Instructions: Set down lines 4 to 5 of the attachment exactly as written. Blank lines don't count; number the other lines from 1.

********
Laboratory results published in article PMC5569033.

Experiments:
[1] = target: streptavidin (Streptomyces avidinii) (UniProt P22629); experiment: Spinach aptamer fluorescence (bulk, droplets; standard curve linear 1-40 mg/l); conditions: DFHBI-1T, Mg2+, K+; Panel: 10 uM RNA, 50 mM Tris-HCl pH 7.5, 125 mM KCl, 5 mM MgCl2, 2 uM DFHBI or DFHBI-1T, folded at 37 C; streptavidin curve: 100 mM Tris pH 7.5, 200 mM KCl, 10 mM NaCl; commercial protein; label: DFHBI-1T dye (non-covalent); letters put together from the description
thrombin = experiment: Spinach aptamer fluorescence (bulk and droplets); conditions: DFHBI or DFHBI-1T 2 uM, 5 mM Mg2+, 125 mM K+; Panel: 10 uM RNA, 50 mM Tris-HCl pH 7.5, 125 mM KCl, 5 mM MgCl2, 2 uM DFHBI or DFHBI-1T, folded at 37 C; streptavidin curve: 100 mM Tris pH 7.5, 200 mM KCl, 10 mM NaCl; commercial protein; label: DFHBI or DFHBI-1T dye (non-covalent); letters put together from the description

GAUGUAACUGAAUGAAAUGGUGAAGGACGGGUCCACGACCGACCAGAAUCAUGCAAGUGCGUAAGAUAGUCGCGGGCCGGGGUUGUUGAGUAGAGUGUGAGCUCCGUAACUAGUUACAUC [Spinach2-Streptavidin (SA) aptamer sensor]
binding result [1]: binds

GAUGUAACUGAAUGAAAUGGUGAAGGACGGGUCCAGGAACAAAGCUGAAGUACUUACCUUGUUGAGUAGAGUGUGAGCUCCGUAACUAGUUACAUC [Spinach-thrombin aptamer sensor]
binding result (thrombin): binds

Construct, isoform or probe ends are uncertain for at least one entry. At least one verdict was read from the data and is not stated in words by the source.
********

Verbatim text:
thrombin = experiment: Spinach aptamer fluorescence (bulk and droplets); conditions: DFHBI or DFHBI-1T 2 uM, 5 mM Mg2+, 125 mM K+; Panel: 10 uM RNA, 50 mM Tris-HCl pH 7.5, 125 mM KCl, 5 mM MgCl2, 2 uM DFHBI or DFHBI-1T, folded at 37 C; streptavidin curve: 100 mM Tris pH 7.5, 200 mM KCl, 10 mM NaCl; commercial protein; label: DFHBI or DFHBI-1T dye (non-covalent); letters put together from the description

GAUGUAACUGAAUGAAAUGGUGAAGGACGGGUCCACGACCGACCAGAAUCAUGCAAGUGCGUAAGAUAGUCGCGGGCCGGGGUUGUUGAGUAGAGUGUGAGCUCCGUAACUAGUUACAUC [Spinach2-Streptavidin (SA) aptamer sensor]